Time for a long version and a bit more detail on what should be an interesting upcoming period across interior New England. We are finally coming to the end of a stretch of relative warmth. Fortunately, it wasn't record warmth but it came at an inopportune time and we are in need of some replenishment. I can't promise any of that in the short term I am sorry to say but we will see a return to winter-like temps following just about a tenth of an inch of rain Saturday night or early Sunday. It will then turn chilly with temperatures well below freezing through pretty much all of the upcoming New Years week. With the exception of a few flurries here and there, it will also be precipitation free.
Although arctic air will make a very profound descent on North America this week, it's continued presence across the U.S. beyond the 2nd across much of the U.S. including New England will not go unchallenged. The jet stream in the Pacific will remain relatively loose for a time, and we will have the support of some high latitude blocking which is expected to start in the Yukon and retrograde more to the Bering Sea. Let it be known that I would certainly prefer any high latitude blocking as opposed to none, but the position of this particular block in the jet stream will be west of a perfectly ideal location. Arctic air will thus have to contend with a upper ridge over the Southeast U.S. which will invariably want to push milder temperatures up the Eastern Seaboard.
There are nothing wrong with such challenges I will point out. This is how storms get churned up and often how very good periods of snowfall can occur across interior New England but it's always a close call and sometimes we end up with rain or ice. This is the very scenario that confronts us on or around the time of January 3rd, which will be the day, or close to the day when our next significant precipitation-producer arrives. The initial low pressure center is likely to pass to the west of New England but we could see a couple of things in spite of this. 1) We could see the storm transfer it's energy to the coast and save the region from another partial meltdown. 2) We could an extended period of overrunning snow before any change to sleet or ice or the dreaded rain. 3) We could still see the track of this storm shift south and east a bit more yielding a much more favorable result for the Vermont high country.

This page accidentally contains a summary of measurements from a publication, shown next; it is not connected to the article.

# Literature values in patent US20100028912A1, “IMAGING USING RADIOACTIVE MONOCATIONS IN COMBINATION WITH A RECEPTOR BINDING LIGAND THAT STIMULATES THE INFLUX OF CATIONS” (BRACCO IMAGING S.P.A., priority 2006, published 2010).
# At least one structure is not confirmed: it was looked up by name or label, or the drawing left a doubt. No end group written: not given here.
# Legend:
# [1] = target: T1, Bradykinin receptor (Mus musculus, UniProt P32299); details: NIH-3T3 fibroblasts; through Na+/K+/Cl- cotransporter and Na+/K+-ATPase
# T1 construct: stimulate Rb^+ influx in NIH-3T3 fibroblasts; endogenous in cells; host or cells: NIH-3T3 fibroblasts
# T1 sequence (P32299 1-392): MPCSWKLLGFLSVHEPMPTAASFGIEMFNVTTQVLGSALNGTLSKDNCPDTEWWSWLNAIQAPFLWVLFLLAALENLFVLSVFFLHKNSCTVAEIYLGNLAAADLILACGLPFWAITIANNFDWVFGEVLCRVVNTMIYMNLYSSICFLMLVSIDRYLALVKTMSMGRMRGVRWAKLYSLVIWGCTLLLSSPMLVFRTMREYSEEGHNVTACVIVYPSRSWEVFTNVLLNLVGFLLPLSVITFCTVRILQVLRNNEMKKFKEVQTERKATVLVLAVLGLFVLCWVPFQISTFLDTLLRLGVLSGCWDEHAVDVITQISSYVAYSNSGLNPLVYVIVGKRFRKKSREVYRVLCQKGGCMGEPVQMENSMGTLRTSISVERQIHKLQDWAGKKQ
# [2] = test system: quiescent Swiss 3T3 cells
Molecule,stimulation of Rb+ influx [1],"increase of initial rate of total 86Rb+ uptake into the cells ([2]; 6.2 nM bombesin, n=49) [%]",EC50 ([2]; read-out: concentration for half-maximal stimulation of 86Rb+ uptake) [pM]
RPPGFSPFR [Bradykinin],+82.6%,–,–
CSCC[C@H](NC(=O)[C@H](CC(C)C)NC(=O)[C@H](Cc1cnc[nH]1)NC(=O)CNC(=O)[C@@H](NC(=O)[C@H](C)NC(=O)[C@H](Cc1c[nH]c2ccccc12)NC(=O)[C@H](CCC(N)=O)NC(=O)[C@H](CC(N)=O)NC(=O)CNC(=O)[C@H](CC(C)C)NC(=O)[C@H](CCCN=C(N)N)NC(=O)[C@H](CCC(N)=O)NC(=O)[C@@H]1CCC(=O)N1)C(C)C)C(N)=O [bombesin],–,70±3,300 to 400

I think this will be a ongoing battle through around the middle of January. Cold weather fighting it out with an occasional mild push of air. Each of these air mass clashes though should bring the chance for a storm and some wintry precipitation to the region. It's hard to fathom this particular pattern lingering too long into January. A ridge across the southeast U.S. is not something that is typically very prevalent during any kind of El Nino, even a weak one. It will be interesting to see how this all evolves, but given the presence of arctic air, I would surprised if we end up with little or nothing to show for all this by January 15th.